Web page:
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ABSTRACT
Year : 2017  |  Volume : 33  |  Issue : 5  |  Page : 1-2

Invited Lectures


Date of Web Publication8-Nov-2017

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How to cite this article:
,. Invited Lectures. Indian J Soc Psychiatry 2017;33, Suppl S1:1-2

How to cite this URL:
,. Invited Lectures. Indian J Soc Psychiatry [serial online] 2017 [cited 2017 Nov 20];33, Suppl S1:1-2. Available from: http://www.indjsp.org/text.asp?2017/33/5/1/217847



Social Psychiatry in Action in a Different World: Reflecting on My Recent Experience of Working in Scotland

Debasish Basu

Department of Psychiatry, PGIMER, Chandigarh, India. E-mail: db_sm2002@yahoo.com

Social factors are reflected in causation, nosology, diagnosis, management, course and prognosis of psychiatric disorders. They are also reflected in the areas of stigma, carer burden, care pathway, doctor-patient relationship, and care planning. However, the way these social factors operate or manifest themselves can vary widely in different parts of the world. In this talk, I reflect upon my recent experience of working in Scotland and seeing very different sociocultural aspects of psychiatry as reflected in these patient population and their social support systems. Essentially it is about social psychiatry in action in a different part of the globe! So it would be interesting to share the experience and compare and contrast with our scenario. This talk fits in with the conference theme 'cultural diversity and mental health' but in a broader cross-cultural context. I will use a fictitious but representative case vignette from both the diverse cultural and social contexts to explore the role of social factors in psychiatry in another world and draw parallels and contrasts from ours. In the end, I argue why psychiatry was, is, and will remain incomplete without its social dimension, here, there and everywhere.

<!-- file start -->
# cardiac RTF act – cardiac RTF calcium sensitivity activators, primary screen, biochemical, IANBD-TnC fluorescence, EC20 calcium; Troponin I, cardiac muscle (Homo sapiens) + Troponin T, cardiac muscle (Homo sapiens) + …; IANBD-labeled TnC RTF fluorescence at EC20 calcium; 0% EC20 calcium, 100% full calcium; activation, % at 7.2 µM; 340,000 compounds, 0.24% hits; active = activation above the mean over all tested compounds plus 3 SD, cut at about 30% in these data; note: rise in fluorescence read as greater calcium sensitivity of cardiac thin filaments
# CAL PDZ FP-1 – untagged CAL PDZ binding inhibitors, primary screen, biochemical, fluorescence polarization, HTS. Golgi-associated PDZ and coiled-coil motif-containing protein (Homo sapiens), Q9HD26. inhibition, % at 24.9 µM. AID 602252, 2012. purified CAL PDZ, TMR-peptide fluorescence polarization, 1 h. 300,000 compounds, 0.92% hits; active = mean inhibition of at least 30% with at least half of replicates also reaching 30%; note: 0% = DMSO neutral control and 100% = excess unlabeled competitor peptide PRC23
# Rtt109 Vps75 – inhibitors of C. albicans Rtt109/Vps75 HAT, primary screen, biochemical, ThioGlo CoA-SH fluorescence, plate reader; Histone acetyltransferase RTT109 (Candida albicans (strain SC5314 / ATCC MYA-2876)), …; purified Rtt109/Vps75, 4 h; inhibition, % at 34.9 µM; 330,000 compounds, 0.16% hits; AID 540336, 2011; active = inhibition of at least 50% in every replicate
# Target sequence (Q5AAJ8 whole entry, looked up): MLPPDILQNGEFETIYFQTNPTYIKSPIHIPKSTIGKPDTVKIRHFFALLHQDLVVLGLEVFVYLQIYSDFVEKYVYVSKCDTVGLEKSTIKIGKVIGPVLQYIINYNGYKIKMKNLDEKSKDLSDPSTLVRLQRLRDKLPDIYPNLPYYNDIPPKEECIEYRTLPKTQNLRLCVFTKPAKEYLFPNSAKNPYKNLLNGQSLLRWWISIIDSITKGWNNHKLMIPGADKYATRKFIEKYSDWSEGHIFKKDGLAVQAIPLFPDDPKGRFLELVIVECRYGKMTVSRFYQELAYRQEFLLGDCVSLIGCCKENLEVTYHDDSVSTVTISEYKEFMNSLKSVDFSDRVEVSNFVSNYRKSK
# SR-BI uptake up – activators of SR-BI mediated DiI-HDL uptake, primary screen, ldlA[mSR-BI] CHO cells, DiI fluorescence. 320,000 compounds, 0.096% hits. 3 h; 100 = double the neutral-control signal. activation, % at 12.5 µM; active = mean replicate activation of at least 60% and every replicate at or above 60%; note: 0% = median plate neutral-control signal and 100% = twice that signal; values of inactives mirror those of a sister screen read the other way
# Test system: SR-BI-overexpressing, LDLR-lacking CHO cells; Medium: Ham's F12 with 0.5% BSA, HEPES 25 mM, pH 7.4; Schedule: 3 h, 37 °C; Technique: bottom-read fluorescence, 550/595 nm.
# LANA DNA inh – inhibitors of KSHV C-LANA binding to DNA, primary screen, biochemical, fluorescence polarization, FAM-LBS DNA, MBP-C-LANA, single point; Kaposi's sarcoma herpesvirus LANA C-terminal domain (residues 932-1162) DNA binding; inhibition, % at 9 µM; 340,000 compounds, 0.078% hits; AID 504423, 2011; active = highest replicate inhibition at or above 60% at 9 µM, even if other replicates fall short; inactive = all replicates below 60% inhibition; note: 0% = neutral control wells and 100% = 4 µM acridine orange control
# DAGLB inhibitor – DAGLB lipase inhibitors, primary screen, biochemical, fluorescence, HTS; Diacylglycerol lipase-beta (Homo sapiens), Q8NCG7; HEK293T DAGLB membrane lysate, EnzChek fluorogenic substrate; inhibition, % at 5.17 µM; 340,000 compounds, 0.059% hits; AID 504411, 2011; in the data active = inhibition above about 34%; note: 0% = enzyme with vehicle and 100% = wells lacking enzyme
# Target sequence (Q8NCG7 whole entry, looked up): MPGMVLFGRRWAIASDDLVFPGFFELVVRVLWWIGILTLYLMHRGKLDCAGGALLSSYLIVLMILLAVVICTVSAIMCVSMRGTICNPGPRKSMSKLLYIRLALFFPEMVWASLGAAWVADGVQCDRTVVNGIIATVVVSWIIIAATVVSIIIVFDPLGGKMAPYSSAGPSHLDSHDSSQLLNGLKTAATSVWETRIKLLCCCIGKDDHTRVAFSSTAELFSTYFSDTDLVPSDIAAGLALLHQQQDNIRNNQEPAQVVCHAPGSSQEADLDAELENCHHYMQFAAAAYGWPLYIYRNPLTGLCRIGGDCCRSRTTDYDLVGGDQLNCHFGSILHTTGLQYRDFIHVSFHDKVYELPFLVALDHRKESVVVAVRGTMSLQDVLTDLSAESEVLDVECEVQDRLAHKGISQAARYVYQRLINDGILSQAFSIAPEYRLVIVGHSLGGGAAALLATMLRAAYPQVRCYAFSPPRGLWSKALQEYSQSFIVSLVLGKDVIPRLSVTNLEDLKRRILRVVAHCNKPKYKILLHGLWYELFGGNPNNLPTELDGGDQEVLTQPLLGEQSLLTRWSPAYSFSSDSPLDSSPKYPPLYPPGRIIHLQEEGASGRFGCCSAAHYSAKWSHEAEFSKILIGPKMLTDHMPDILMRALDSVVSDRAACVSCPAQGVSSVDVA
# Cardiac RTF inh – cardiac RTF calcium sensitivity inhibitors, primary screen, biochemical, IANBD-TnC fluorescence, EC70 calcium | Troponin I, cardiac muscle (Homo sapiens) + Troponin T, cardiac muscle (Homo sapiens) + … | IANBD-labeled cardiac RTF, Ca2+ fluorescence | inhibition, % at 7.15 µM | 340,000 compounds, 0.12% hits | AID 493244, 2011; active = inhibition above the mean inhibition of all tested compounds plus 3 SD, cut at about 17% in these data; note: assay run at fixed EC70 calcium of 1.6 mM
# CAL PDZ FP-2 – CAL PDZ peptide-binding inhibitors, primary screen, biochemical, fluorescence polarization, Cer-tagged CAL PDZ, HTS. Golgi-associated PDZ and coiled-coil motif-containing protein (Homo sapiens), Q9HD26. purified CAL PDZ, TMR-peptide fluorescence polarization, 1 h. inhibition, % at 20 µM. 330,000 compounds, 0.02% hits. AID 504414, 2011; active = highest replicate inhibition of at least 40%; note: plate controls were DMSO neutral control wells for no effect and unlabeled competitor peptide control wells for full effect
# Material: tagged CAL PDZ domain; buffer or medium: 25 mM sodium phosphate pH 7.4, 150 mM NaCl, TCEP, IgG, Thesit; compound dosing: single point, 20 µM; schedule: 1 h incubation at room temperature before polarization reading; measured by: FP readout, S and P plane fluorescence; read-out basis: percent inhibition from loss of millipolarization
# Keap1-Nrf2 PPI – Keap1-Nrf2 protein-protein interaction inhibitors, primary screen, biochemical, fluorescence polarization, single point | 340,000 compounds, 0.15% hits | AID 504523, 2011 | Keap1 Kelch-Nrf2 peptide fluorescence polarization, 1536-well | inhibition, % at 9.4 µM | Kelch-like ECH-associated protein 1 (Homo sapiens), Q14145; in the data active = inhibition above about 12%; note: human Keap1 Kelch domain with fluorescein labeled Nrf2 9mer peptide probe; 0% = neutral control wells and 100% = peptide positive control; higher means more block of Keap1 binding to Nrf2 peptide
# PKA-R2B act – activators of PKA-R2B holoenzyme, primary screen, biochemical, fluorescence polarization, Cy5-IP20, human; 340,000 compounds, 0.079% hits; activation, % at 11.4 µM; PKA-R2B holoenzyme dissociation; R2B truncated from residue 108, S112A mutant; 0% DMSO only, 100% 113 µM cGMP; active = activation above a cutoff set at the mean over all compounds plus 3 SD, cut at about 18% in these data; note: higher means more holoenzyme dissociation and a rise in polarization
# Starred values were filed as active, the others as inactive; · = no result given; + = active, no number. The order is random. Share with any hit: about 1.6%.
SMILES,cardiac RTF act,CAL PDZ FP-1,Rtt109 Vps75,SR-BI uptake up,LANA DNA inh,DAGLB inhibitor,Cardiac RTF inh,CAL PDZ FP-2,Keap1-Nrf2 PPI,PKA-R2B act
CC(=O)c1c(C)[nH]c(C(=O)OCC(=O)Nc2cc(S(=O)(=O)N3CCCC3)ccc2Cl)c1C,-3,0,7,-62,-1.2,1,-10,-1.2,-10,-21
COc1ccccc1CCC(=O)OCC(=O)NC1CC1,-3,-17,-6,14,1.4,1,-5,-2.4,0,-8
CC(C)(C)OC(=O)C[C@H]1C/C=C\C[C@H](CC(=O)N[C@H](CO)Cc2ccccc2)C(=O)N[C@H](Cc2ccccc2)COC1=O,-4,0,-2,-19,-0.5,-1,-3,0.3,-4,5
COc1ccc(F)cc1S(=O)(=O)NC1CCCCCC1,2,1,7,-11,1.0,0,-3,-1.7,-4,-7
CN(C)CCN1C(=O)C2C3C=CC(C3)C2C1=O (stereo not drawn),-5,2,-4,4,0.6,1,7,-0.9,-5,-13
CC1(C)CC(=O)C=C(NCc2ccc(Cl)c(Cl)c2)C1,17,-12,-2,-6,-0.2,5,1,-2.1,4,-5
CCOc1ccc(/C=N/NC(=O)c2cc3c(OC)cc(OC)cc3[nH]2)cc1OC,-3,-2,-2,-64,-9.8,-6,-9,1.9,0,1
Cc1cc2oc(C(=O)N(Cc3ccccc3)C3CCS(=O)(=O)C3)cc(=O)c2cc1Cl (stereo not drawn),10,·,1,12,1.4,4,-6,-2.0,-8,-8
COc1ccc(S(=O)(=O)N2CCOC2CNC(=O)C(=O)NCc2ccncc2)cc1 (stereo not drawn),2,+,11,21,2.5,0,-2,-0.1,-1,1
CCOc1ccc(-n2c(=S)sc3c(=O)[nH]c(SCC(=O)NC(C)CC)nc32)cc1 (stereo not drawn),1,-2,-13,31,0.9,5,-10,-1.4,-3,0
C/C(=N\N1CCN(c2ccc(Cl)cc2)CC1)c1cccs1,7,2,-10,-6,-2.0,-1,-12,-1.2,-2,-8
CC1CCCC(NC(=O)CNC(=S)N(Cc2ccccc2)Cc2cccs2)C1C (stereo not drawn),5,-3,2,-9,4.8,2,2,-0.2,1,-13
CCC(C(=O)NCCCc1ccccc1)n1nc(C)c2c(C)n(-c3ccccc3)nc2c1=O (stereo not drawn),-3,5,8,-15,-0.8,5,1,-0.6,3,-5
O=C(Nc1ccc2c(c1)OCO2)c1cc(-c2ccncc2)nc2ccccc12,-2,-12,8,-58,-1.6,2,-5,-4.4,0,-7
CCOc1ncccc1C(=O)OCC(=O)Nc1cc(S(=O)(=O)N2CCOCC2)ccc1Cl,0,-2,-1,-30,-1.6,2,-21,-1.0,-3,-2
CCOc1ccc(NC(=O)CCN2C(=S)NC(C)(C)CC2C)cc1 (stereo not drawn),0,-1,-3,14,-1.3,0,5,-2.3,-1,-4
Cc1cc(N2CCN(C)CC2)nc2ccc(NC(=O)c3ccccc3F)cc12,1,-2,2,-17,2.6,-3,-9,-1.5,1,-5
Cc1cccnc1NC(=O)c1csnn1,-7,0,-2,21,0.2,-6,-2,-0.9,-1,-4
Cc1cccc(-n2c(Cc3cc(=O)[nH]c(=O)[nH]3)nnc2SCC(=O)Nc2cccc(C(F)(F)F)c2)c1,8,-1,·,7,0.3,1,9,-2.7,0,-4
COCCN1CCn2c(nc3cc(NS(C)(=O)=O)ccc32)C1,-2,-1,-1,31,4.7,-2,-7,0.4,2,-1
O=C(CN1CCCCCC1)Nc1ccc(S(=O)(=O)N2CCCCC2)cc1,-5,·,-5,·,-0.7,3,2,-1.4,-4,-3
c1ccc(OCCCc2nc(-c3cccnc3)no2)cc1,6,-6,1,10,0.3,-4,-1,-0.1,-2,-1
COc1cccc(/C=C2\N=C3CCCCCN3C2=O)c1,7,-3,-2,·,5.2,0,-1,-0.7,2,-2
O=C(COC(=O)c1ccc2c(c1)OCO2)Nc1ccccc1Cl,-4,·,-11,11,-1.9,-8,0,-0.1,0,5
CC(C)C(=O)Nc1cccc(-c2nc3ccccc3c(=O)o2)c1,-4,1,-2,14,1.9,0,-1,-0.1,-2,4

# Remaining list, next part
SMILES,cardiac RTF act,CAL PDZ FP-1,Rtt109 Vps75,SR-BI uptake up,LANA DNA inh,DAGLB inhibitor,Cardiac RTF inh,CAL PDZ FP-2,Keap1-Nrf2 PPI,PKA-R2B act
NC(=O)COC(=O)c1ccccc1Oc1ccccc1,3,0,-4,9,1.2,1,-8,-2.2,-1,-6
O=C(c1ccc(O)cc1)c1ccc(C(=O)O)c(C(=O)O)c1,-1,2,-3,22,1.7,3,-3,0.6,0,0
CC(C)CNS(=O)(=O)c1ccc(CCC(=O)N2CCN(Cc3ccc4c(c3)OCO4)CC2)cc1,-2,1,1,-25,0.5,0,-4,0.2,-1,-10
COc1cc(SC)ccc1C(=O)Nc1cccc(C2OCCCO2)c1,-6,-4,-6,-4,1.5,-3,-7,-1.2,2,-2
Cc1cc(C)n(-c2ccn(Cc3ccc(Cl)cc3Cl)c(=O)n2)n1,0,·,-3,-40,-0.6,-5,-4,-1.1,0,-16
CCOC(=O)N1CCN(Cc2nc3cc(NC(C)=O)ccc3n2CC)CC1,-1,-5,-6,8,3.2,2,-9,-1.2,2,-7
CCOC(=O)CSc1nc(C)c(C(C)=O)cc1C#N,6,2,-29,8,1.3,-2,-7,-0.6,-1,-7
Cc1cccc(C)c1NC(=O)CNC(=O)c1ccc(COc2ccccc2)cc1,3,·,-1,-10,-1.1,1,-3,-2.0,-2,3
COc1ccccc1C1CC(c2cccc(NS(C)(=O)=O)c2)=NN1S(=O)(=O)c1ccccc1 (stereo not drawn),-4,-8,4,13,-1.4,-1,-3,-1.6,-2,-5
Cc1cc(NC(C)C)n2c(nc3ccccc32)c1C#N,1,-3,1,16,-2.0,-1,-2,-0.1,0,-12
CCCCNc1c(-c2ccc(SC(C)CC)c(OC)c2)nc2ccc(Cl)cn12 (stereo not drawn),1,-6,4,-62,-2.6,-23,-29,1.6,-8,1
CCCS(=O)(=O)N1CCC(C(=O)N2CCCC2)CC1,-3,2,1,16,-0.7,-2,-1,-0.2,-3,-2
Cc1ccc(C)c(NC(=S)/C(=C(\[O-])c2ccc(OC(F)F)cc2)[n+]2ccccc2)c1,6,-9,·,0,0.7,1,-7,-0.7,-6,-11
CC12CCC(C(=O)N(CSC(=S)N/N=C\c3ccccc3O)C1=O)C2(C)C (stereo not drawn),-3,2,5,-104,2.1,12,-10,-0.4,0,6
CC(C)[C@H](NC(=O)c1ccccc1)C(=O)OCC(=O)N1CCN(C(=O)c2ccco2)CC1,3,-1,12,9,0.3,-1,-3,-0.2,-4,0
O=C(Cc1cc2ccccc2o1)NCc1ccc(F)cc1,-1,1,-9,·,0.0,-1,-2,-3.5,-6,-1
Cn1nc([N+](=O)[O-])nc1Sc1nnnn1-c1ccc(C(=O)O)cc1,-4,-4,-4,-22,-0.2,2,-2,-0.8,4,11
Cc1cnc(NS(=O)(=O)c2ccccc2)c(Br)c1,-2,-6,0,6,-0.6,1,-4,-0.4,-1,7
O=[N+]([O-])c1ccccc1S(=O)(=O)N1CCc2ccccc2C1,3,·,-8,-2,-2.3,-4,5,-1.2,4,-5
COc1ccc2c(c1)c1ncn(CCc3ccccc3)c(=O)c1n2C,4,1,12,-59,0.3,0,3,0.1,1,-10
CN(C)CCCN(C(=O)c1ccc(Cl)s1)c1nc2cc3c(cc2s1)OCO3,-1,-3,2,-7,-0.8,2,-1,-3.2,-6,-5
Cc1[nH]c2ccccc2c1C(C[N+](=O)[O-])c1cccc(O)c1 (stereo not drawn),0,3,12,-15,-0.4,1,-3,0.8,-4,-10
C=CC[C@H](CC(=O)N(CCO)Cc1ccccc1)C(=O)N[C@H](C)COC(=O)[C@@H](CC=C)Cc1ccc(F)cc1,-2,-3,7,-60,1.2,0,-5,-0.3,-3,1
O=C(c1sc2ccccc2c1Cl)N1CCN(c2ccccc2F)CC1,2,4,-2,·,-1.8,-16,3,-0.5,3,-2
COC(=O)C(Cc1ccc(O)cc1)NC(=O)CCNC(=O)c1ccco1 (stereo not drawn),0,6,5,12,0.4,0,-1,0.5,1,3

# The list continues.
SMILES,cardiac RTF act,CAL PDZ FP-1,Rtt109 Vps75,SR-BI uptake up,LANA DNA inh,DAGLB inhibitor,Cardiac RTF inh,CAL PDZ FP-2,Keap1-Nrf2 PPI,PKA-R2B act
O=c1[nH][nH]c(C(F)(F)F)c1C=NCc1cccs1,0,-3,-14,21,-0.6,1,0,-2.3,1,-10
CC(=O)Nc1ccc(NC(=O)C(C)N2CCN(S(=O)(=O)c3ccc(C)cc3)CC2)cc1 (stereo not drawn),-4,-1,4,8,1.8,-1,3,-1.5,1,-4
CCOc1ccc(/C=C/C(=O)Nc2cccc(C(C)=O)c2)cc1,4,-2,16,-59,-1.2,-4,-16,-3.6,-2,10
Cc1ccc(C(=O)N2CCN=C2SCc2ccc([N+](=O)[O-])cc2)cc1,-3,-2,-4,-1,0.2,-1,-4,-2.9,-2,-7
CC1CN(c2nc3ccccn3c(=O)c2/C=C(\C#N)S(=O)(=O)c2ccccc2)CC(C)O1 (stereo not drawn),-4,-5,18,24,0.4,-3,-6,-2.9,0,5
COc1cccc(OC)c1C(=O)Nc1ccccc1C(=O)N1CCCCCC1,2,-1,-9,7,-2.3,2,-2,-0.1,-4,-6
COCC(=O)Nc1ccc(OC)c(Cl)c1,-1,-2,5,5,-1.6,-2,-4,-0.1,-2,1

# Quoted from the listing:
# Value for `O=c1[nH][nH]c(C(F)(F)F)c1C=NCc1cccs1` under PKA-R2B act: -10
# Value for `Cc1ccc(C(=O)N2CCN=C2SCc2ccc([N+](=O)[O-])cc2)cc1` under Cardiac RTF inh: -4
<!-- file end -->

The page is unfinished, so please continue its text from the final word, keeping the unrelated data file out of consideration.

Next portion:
Keywords: Social psychiatry, cross cultural, different settings

Culture and Mental Health: Perspectives on Culture Impacted Idiom of Women's Mental Distress

Nandarani Choudhury

Assistant Registrar, National Law University and Judicial Academy, Guwahati, Assam, India. E-mail: nandaranic@gmail.com